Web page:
Making Sun-Infused Massage Oil is Easy

I just finished bottling this batch of rosemary-infused massage oil and wanted to add a quick post here as a resource for others who may benefit from this preparation. Sun-infused or solar infused oils are a great way to incorporate natural resources like the Sun into our herbalism. In this case, I also used the Moon to mark the amount of time I allowed it to infuse.

About a month ago, I needed to seriously prune a wild rosemary bush that has been growing untamed for the past several years. I wound up with an armload of rosemary branches almost as tall as I am. Since then, I’ve been using them for fire cider, rosemary tincture, dried herb bundles and bottles for cooking, and then this preparation as well.

Rosemary is, simply put, a tremendously magical and ancient plant.

In oils it produces a warming and clarifying effect, which is why it is sometimes used for issues of insecurity, memory retention, and for grounding more erratic feelings. Rosemary is also known traditionally to alleviate inflammation and chapping, is indicated for arthritis and pain relief, and is also used as an antiseptic for treatment of minor scrapes.

Today’s preparation combines rosemary with sweet almond oil, a hydrating carrier with high levels of vitamin A and E which promote healthy skin. My intention was to create a massage oil I can use primarily for myself after long days massaging others. Depending on the effect you are going for, your sun-infused oil may call on different herbal allies.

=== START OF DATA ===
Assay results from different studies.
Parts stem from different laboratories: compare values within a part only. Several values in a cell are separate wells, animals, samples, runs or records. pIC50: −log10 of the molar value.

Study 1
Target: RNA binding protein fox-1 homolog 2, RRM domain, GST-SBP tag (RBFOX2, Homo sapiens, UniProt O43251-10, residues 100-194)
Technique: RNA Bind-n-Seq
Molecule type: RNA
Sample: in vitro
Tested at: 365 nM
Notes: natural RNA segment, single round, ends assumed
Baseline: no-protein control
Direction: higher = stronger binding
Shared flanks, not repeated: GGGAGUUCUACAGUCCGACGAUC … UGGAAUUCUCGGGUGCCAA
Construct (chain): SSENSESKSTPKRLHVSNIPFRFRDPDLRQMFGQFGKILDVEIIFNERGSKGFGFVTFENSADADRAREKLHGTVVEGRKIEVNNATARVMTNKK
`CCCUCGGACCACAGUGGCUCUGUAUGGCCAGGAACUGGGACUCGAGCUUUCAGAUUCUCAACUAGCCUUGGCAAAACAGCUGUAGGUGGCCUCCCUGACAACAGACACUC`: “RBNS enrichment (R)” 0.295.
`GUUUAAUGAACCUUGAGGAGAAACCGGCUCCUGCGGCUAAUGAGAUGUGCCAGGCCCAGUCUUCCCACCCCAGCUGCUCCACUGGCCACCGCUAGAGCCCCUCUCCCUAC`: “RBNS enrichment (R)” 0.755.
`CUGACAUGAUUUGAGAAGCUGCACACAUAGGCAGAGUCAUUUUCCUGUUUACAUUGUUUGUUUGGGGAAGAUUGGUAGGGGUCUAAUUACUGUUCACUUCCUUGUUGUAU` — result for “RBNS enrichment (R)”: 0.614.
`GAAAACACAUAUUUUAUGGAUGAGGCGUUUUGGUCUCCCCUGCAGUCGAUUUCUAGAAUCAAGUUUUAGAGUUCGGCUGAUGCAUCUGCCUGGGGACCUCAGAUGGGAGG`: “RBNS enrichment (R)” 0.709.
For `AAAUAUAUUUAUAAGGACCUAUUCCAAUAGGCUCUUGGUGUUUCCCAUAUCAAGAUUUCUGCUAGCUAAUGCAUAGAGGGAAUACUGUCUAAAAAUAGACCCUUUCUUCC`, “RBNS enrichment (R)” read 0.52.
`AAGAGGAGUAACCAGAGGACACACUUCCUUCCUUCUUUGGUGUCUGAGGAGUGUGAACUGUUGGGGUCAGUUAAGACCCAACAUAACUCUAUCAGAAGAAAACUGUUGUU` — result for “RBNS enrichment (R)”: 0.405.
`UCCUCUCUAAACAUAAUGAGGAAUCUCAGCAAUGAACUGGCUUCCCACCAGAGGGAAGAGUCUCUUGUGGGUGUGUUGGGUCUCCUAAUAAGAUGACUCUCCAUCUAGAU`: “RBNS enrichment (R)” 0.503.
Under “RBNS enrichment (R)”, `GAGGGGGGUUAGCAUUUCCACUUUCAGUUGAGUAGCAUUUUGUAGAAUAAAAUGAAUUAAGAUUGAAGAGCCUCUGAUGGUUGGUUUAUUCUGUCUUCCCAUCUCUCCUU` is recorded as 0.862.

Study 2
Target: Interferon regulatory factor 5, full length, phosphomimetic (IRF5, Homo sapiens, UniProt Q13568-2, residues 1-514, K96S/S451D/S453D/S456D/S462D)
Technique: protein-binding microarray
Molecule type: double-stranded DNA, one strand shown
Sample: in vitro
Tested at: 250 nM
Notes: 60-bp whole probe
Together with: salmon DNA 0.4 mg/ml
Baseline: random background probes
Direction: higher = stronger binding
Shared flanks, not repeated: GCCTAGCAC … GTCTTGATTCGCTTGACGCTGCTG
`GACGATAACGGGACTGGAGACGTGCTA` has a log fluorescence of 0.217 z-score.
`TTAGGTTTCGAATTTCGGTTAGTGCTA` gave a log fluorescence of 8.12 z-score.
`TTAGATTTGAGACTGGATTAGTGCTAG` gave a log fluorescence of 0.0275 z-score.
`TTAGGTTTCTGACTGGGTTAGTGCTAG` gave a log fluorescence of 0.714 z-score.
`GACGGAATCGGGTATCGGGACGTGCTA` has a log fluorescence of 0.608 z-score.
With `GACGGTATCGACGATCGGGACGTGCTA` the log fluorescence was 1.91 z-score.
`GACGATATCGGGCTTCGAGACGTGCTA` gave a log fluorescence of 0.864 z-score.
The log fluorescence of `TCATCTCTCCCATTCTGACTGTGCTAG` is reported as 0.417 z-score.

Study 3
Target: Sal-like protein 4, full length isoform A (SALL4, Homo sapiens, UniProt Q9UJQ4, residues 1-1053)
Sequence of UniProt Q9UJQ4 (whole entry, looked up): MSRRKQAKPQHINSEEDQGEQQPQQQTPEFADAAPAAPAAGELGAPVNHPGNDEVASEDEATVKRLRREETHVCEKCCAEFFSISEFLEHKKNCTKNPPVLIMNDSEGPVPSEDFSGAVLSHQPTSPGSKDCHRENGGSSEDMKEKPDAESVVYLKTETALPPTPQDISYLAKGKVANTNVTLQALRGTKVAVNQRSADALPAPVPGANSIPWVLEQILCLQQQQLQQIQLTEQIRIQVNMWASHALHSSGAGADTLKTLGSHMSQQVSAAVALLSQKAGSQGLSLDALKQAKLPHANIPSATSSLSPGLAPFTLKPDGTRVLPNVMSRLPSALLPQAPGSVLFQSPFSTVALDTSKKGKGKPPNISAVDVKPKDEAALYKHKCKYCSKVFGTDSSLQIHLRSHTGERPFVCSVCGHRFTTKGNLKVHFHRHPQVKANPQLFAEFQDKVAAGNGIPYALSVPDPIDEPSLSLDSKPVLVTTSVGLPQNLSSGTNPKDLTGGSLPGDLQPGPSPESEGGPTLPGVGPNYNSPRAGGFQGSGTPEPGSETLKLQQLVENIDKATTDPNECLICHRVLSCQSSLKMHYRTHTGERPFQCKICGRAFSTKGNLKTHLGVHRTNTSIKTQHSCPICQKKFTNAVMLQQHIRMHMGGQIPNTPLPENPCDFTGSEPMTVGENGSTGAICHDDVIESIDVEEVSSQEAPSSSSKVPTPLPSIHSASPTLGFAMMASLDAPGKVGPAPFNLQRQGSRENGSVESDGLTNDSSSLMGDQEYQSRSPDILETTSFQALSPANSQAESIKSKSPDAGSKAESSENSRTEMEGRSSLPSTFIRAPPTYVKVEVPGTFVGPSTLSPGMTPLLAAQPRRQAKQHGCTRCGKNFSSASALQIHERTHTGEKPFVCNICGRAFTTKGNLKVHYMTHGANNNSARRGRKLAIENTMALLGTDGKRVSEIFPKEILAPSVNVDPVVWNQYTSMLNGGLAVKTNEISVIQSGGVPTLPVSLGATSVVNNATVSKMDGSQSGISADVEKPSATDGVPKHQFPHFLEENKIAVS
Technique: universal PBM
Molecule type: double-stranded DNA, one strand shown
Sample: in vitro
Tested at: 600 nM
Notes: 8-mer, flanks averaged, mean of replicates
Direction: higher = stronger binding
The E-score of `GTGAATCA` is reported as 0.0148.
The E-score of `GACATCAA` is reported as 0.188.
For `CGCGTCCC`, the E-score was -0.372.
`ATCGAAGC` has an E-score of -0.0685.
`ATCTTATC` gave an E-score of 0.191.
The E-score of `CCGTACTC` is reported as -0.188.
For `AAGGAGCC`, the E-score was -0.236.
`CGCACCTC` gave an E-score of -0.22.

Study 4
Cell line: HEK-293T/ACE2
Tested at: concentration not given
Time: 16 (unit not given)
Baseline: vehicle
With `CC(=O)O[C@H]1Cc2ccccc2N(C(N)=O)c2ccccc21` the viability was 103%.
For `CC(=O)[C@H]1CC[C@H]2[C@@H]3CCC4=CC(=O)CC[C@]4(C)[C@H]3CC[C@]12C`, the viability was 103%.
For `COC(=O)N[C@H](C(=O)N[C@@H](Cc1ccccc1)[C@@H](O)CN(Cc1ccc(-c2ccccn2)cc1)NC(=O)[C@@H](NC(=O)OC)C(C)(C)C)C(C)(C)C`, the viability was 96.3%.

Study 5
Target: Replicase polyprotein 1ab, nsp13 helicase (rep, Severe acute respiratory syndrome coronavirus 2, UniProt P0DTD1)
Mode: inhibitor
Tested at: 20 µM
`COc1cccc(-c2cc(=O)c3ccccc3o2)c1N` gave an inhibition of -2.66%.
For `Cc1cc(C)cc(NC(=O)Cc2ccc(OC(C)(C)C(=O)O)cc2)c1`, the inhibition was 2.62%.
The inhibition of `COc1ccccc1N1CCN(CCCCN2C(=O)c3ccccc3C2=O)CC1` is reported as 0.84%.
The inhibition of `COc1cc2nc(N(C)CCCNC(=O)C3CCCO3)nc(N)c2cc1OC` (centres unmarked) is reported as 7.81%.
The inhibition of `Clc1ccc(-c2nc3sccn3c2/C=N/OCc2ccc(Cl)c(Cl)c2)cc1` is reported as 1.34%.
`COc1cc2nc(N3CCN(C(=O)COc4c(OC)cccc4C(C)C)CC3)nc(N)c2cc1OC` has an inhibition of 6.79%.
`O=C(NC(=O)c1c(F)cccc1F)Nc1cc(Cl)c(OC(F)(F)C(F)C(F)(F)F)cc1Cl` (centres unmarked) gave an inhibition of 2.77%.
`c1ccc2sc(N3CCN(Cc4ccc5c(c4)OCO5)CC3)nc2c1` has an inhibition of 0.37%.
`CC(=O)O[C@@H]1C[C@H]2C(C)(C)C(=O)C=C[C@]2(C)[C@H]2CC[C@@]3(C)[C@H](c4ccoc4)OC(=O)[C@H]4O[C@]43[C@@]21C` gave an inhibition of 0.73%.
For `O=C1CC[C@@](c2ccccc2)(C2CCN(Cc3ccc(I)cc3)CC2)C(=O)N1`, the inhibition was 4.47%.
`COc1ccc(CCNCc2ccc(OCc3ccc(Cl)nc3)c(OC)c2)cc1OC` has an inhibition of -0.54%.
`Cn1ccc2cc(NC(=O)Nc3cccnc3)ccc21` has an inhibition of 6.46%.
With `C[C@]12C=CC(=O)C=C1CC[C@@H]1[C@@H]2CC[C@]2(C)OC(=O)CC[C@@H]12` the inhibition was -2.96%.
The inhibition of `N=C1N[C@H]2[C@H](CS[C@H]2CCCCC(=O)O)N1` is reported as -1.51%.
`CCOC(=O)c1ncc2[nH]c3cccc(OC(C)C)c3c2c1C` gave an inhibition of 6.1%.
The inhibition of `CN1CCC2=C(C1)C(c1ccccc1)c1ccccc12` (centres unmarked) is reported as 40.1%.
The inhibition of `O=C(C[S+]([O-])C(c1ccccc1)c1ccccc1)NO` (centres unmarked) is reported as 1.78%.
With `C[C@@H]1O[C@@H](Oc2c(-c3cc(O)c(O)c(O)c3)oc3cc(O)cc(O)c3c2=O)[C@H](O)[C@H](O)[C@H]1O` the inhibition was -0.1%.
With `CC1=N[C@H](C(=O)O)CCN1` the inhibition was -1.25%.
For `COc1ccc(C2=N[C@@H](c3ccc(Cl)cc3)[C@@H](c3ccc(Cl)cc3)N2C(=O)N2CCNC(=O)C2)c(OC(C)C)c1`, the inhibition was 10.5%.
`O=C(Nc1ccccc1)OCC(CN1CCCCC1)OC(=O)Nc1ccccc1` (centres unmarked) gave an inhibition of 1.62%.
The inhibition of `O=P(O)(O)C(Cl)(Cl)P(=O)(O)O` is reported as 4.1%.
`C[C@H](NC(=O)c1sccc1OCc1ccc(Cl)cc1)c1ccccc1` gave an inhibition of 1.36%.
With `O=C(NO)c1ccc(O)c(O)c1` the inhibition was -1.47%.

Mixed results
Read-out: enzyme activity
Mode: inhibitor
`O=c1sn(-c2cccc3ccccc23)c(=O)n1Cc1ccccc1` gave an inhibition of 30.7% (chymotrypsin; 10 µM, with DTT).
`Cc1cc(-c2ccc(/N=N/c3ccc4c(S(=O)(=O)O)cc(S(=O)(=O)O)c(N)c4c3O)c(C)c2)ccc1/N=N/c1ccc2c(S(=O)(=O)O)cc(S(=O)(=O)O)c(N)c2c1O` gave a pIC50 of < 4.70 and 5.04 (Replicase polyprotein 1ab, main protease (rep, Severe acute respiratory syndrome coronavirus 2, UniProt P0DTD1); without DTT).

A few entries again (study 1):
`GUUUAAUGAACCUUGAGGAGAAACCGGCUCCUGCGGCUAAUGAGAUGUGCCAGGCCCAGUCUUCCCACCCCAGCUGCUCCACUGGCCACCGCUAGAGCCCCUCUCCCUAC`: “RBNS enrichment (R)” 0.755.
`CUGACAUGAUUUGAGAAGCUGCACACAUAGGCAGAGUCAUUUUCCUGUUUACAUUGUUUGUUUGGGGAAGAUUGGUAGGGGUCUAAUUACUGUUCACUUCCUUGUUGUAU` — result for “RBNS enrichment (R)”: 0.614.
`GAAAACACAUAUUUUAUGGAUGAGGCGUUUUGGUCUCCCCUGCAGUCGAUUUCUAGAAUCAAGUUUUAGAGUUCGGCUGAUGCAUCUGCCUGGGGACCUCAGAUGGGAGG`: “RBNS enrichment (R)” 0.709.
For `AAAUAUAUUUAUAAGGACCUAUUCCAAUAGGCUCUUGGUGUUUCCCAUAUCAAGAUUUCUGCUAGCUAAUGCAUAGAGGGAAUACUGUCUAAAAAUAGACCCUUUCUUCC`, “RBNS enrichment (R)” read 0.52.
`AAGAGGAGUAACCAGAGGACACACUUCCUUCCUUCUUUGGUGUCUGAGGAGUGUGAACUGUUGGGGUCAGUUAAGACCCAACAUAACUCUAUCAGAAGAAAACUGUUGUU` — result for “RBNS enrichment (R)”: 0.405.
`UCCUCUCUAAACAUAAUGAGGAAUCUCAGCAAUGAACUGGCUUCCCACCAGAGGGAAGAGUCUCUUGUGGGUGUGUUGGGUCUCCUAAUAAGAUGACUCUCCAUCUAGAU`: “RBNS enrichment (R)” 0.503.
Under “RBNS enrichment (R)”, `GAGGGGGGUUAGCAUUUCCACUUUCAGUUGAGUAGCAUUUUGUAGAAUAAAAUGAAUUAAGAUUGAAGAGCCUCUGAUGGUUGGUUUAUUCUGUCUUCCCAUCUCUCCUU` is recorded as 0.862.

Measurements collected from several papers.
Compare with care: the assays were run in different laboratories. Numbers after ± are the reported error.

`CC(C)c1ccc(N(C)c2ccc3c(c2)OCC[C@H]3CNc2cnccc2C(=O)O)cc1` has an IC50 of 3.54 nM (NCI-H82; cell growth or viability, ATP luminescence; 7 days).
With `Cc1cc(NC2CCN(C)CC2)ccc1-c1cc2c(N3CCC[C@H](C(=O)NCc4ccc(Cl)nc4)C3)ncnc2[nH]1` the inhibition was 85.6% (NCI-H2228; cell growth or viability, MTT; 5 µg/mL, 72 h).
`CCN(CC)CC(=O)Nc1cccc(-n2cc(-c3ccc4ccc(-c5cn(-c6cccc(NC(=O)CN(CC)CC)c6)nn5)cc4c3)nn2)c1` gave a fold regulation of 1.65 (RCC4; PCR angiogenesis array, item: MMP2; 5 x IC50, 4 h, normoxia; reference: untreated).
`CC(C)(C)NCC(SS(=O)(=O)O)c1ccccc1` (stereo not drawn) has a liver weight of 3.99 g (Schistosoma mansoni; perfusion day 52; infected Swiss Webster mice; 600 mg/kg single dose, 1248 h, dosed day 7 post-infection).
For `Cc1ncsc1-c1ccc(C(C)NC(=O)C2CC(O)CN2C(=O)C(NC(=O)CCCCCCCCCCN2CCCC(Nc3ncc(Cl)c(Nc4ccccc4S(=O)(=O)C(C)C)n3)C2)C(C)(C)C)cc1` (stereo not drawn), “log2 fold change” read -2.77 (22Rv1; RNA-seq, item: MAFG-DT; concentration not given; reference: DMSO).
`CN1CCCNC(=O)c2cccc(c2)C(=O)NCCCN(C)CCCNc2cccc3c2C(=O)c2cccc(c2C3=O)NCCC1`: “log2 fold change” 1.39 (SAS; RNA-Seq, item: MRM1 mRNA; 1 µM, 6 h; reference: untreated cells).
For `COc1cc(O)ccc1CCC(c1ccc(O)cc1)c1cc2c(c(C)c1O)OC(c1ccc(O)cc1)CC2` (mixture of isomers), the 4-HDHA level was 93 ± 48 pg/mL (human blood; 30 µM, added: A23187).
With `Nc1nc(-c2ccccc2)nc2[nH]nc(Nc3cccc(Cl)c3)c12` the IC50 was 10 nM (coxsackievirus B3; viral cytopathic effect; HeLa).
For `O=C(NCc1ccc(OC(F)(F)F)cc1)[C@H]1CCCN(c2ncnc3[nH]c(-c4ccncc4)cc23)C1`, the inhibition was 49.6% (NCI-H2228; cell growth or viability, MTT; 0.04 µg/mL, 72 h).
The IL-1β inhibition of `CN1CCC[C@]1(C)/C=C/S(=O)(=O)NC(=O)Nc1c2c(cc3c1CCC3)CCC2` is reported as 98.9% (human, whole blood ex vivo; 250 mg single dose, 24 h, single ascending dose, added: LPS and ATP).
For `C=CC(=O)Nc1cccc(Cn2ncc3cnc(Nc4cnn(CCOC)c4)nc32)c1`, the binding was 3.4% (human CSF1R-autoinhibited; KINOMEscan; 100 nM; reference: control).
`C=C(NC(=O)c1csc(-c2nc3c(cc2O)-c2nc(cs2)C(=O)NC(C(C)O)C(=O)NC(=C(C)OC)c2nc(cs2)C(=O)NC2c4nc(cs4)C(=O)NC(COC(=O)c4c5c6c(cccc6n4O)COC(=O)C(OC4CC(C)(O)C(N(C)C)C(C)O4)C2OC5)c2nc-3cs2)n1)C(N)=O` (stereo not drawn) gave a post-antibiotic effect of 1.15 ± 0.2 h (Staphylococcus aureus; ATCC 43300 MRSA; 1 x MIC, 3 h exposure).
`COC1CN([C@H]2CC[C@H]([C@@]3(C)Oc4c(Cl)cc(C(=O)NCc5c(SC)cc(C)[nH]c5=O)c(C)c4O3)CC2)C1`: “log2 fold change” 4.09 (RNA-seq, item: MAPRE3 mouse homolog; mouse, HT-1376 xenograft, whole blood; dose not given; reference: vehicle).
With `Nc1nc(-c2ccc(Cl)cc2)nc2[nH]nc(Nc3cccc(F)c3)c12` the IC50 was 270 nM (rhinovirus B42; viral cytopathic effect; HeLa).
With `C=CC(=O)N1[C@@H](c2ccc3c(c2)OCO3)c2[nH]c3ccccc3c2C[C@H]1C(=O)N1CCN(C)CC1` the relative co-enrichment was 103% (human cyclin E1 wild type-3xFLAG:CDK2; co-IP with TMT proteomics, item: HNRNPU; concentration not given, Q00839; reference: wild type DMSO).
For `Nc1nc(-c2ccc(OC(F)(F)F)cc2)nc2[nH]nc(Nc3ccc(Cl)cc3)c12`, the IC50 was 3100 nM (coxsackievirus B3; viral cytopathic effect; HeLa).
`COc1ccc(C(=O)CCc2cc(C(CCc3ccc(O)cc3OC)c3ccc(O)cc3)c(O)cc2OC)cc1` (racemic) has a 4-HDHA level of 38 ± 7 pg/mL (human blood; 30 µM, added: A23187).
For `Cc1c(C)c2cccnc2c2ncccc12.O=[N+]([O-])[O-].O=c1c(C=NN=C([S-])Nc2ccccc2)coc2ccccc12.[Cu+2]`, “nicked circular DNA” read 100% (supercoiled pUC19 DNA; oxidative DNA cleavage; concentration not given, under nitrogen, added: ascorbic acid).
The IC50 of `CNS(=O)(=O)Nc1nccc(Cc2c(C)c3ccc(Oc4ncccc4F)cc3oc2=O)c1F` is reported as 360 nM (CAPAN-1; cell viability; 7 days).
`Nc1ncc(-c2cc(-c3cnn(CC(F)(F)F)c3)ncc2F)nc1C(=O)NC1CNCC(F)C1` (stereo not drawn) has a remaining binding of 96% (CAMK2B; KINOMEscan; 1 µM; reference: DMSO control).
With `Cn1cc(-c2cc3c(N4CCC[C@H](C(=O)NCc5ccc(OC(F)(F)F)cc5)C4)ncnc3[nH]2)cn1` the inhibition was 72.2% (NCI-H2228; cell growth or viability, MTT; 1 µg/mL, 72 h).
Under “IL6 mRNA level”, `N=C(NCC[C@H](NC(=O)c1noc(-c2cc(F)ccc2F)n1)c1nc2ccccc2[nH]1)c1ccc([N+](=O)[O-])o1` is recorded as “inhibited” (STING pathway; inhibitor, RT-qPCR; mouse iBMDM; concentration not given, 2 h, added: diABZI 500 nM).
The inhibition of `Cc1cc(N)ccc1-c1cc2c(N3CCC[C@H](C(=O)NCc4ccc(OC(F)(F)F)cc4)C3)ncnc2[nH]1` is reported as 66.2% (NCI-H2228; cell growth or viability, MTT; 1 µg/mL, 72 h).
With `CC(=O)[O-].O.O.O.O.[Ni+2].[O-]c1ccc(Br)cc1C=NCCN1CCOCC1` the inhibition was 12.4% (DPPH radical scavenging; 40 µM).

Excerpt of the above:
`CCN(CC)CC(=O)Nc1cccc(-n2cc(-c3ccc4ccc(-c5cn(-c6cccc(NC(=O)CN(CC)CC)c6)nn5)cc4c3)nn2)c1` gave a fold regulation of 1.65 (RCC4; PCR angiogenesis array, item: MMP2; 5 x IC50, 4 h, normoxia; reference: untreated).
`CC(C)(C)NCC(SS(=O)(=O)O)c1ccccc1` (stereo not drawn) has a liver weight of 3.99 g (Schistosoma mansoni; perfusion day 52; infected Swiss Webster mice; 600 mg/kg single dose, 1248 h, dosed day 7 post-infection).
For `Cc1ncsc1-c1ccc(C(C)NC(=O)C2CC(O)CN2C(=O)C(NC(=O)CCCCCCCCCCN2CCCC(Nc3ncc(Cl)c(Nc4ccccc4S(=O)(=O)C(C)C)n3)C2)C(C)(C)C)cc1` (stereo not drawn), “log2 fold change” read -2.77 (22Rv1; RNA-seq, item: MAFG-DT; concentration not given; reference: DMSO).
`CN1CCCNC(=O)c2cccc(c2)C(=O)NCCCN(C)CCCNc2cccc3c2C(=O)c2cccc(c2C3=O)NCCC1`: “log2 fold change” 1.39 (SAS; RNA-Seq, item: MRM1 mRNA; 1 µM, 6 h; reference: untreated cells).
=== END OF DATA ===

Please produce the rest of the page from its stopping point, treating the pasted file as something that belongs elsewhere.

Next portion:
Supplies

  • Sterilized mason jars
  • Fresh or dried herbal material
  • Carrier oil
  • Cheesecloth
  • Funnel
  • Bottles for finished project (make sure your funnel fits them)

Directions

My first step was to remove the rosemary from its stems. In this instance, I used fresh rosemary for the preparation. Depending on the specific herb or plant material you decide to use in your sun-infused oil, you may wish to dry it first. I recommend drying all herbs you plan to ingest as a precaution against botulism.

Next, I used a rolling pin to lightly express the oils in the rosemary. I filled my jars about 90% full with the fresh herb in order to make a more potent batch, then filled the jars completely with the massage oil. You could experiment with amount of material used in your own preparations. Many guidebooks will recommend covering your material with an inch of the carrier, but I’ve often found that difficult to judge since the herbs will often float once you begin pouring. In this instance, I simply poured in the oil until the jar’s contents reached the rim.

After sealing the jars, I took them up to my solarium and placed them alongside other plants receiving sun there. I made note of the start date and a bottling date one month later.

Some herbalists will recommend gently swirling the jars to aid in activation and release of the herbal oils into the preparation. What I observed and rather liked instead was the way the Sun’s progress throughout the day warmed different parts of the jars. If you looked carefully enough, you could even see where this created a slight flowing movement in the jar, indicating that a chemical change was happening within.

On my one month date, I brought the jars down to a clean surface, opened them and attached cheesecloth to the tops. Using the funnel, I filled my bottles by holding the jars at a tilted angle over the funnel and allowing the oil to stream into the bottle.

You’ll probably make a little bit of a mess with the last step, but since it’s a massage oil, you could just look at that as an opportunity for a quick herbal massage yourself. I know my joints and mind were thankful for the late afternoon rosemary hit (and the composter was happy for the remaining herbs).

Happy crafting!

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